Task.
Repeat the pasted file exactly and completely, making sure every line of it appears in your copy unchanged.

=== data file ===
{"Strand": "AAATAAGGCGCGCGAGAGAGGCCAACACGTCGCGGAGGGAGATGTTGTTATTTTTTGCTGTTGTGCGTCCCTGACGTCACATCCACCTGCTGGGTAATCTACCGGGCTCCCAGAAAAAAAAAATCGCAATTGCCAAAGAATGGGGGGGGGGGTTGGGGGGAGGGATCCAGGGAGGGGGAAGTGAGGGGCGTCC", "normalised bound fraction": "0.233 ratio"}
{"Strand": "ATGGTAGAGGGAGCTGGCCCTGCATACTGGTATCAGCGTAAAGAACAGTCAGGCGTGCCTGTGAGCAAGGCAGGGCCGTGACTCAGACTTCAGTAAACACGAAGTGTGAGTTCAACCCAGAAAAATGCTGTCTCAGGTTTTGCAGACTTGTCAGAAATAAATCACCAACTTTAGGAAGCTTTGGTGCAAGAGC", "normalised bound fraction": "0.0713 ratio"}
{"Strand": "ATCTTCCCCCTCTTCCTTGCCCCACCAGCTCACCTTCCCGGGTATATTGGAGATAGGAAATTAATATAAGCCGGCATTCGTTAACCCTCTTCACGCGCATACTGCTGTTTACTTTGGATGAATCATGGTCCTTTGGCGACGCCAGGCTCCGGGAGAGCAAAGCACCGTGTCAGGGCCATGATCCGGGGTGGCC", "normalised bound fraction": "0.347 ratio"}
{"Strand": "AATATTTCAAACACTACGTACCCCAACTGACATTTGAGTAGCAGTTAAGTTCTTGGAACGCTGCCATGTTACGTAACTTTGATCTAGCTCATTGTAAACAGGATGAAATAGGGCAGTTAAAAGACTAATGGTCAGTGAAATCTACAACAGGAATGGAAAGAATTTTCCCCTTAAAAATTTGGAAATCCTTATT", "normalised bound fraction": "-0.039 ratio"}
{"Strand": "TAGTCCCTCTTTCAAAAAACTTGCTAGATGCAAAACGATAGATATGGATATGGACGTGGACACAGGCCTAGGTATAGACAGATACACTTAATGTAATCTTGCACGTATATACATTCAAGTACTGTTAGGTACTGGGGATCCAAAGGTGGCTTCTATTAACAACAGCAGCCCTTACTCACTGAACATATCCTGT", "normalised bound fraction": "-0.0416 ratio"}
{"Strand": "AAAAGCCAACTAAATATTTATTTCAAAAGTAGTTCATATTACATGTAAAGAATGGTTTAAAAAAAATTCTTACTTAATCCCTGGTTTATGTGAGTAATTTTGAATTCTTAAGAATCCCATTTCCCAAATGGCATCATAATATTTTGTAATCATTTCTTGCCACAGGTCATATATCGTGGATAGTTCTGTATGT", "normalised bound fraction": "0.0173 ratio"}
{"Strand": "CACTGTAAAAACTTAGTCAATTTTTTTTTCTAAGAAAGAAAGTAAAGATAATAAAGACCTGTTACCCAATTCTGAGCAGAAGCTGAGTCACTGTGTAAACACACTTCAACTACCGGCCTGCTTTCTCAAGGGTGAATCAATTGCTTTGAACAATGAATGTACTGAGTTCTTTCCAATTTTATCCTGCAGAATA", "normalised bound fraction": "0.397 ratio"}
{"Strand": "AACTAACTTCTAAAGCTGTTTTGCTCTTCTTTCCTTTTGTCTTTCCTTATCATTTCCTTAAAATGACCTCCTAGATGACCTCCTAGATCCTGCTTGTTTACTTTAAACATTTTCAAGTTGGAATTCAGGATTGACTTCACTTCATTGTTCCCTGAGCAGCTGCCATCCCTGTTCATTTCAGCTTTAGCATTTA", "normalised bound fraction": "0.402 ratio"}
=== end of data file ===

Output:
{"Strand": "AAATAAGGCGCGCGAGAGAGGCCAACACGTCGCGGAGGGAGATGTTGTTATTTTTTGCTGTTGTGCGTCCCTGACGTCACATCCACCTGCTGGGTAATCTACCGGGCTCCCAGAAAAAAAAAATCGCAATTGCCAAAGAATGGGGGGGGGGGTTGGGGGGAGGGATCCAGGGAGGGGGAAGTGAGGGGCGTCC", "normalised bound fraction": "0.233 ratio"}
{"Strand": "ATGGTAGAGGGAGCTGGCCCTGCATACTGGTATCAGCGTAAAGAACAGTCAGGCGTGCCTGTGAGCAAGGCAGGGCCGTGACTCAGACTTCAGTAAACACGAAGTGTGAGTTCAACCCAGAAAAATGCTGTCTCAGGTTTTGCAGACTTGTCAGAAATAAATCACCAACTTTAGGAAGCTTTGGTGCAAGAGC", "normalised bound fraction": "0.0713 ratio"}
{"Strand": "ATCTTCCCCCTCTTCCTTGCCCCACCAGCTCACCTTCCCGGGTATATTGGAGATAGGAAATTAATATAAGCCGGCATTCGTTAACCCTCTTCACGCGCATACTGCTGTTTACTTTGGATGAATCATGGTCCTTTGGCGACGCCAGGCTCCGGGAGAGCAAAGCACCGTGTCAGGGCCATGATCCGGGGTGGCC", "normalised bound fraction": "0.347 ratio"}
{"Strand": "AATATTTCAAACACTACGTACCCCAACTGACATTTGAGTAGCAGTTAAGTTCTTGGAACGCTGCCATGTTACGTAACTTTGATCTAGCTCATTGTAAACAGGATGAAATAGGGCAGTTAAAAGACTAATGGTCAGTGAAATCTACAACAGGAATGGAAAGAATTTTCCCCTTAAAAATTTGGAAATCCTTATT", "normalised bound fraction": "-0.039 ratio"}
{"Strand": "TAGTCCCTCTTTCAAAAAACTTGCTAGATGCAAAACGATAGATATGGATATGGACGTGGACACAGGCCTAGGTATAGACAGATACACTTAATGTAATCTTGCACGTATATACATTCAAGTACTGTTAGGTACTGGGGATCCAAAGGTGGCTTCTATTAACAACAGCAGCCCTTACTCACTGAACATATCCTGT", "normalised bound fraction": "-0.0416 ratio"}
{"Strand": "AAAAGCCAACTAAATATTTATTTCAAAAGTAGTTCATATTACATGTAAAGAATGGTTTAAAAAAAATTCTTACTTAATCCCTGGTTTATGTGAGTAATTTTGAATTCTTAAGAATCCCATTTCCCAAATGGCATCATAATATTTTGTAATCATTTCTTGCCACAGGTCATATATCGTGGATAGTTCTGTATGT", "normalised bound fraction": "0.0173 ratio"}
{"Strand": "CACTGTAAAAACTTAGTCAATTTTTTTTTCTAAGAAAGAAAGTAAAGATAATAAAGACCTGTTACCCAATTCTGAGCAGAAGCTGAGTCACTGTGTAAACACACTTCAACTACCGGCCTGCTTTCTCAAGGGTGAATCAATTGCTTTGAACAATGAATGTACTGAGTTCTTTCCAATTTTATCCTGCAGAATA", "normalised bound fraction": "0.397 ratio"}
{"Strand": "AACTAACTTCTAAAGCTGTTTTGCTCTTCTTTCCTTTTGTCTTTCCTTATCATTTCCTTAAAATGACCTCCTAGATGACCTCCTAGATCCTGCTTGTTTACTTTAAACATTTTCAAGTTGGAATTCAGGATTGACTTCACTTCATTGTTCCCTGAGCAGCTGCCATCCCTGTTCATTTCAGCTTTAGCATTTA", "normalised bound fraction": "0.402 ratio"}